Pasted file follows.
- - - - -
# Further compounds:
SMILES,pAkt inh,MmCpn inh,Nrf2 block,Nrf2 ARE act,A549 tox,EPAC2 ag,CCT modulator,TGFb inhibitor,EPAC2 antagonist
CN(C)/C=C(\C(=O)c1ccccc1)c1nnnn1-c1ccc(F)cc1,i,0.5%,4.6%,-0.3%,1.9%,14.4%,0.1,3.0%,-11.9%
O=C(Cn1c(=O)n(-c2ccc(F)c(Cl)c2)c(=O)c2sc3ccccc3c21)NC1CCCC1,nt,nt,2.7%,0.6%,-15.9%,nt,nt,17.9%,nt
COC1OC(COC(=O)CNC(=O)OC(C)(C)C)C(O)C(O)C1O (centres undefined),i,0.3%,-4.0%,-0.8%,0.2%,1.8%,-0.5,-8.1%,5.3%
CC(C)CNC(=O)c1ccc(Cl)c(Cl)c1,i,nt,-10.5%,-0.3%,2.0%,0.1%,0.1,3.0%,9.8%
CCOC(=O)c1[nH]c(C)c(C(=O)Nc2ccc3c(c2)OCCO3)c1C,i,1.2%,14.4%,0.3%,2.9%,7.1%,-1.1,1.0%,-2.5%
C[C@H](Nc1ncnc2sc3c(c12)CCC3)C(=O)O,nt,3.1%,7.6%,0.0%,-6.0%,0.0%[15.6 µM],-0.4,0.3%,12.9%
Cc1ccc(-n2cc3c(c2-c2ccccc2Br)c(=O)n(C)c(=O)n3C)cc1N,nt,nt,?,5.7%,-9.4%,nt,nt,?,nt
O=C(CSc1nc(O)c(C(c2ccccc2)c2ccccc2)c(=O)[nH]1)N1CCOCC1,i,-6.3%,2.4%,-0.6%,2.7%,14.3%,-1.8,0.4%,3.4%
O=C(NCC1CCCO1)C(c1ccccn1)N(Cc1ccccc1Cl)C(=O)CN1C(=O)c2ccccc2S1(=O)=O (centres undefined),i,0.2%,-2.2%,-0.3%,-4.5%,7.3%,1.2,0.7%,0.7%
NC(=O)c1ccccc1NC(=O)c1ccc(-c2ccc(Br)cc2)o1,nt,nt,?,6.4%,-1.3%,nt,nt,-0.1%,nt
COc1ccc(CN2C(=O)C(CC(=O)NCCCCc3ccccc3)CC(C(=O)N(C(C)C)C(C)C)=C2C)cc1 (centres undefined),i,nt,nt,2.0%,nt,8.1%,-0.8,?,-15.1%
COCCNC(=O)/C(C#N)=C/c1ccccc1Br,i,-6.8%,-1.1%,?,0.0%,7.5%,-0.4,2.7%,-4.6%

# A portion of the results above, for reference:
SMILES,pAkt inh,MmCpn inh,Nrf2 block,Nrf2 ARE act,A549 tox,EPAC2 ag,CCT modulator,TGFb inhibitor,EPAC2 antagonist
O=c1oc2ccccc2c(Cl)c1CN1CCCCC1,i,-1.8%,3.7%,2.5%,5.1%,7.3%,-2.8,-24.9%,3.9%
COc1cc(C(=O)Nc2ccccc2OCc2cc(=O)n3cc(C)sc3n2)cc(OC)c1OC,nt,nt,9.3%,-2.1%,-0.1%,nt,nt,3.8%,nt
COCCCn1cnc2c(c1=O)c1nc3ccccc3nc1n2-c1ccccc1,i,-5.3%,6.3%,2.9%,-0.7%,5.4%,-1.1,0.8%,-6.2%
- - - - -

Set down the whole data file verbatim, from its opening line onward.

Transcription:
# Further compounds:
SMILES,pAkt inh,MmCpn inh,Nrf2 block,Nrf2 ARE act,A549 tox,EPAC2 ag,CCT modulator,TGFb inhibitor,EPAC2 antagonist
CN(C)/C=C(\C(=O)c1ccccc1)c1nnnn1-c1ccc(F)cc1,i,0.5%,4.6%,-0.3%,1.9%,14.4%,0.1,3.0%,-11.9%
O=C(Cn1c(=O)n(-c2ccc(F)c(Cl)c2)c(=O)c2sc3ccccc3c21)NC1CCCC1,nt,nt,2.7%,0.6%,-15.9%,nt,nt,17.9%,nt
COC1OC(COC(=O)CNC(=O)OC(C)(C)C)C(O)C(O)C1O (centres undefined),i,0.3%,-4.0%,-0.8%,0.2%,1.8%,-0.5,-8.1%,5.3%
CC(C)CNC(=O)c1ccc(Cl)c(Cl)c1,i,nt,-10.5%,-0.3%,2.0%,0.1%,0.1,3.0%,9.8%
CCOC(=O)c1[nH]c(C)c(C(=O)Nc2ccc3c(c2)OCCO3)c1C,i,1.2%,14.4%,0.3%,2.9%,7.1%,-1.1,1.0%,-2.5%
C[C@H](Nc1ncnc2sc3c(c12)CCC3)C(=O)O,nt,3.1%,7.6%,0.0%,-6.0%,0.0%[15.6 µM],-0.4,0.3%,12.9%
Cc1ccc(-n2cc3c(c2-c2ccccc2Br)c(=O)n(C)c(=O)n3C)cc1N,nt,nt,?,5.7%,-9.4%,nt,nt,?,nt
O=C(CSc1nc(O)c(C(c2ccccc2)c2ccccc2)c(=O)[nH]1)N1CCOCC1,i,-6.3%,2.4%,-0.6%,2.7%,14.3%,-1.8,0.4%,3.4%
O=C(NCC1CCCO1)C(c1ccccn1)N(Cc1ccccc1Cl)C(=O)CN1C(=O)c2ccccc2S1(=O)=O (centres undefined),i,0.2%,-2.2%,-0.3%,-4.5%,7.3%,1.2,0.7%,0.7%
NC(=O)c1ccccc1NC(=O)c1ccc(-c2ccc(Br)cc2)o1,nt,nt,?,6.4%,-1.3%,nt,nt,-0.1%,nt
COc1ccc(CN2C(=O)C(CC(=O)NCCCCc3ccccc3)CC(C(=O)N(C(C)C)C(C)C)=C2C)cc1 (centres undefined),i,nt,nt,2.0%,nt,8.1%,-0.8,?,-15.1%
COCCNC(=O)/C(C#N)=C/c1ccccc1Br,i,-6.8%,-1.1%,?,0.0%,7.5%,-0.4,2.7%,-4.6%

# A portion of the results above, for reference:
SMILES,pAkt inh,MmCpn inh,Nrf2 block,Nrf2 ARE act,A549 tox,EPAC2 ag,CCT modulator,TGFb inhibitor,EPAC2 antagonist
O=c1oc2ccccc2c(Cl)c1CN1CCCCC1,i,-1.8%,3.7%,2.5%,5.1%,7.3%,-2.8,-24.9%,3.9%
COc1cc(C(=O)Nc2ccccc2OCc2cc(=O)n3cc(C)sc3n2)cc(OC)c1OC,nt,nt,9.3%,-2.1%,-0.1%,nt,nt,3.8%,nt
COCCCn1cnc2c(c1=O)c1nc3ccccc3nc1n2-c1ccccc1,i,-5.3%,6.3%,2.9%,-0.7%,5.4%,-1.1,0.8%,-6.2%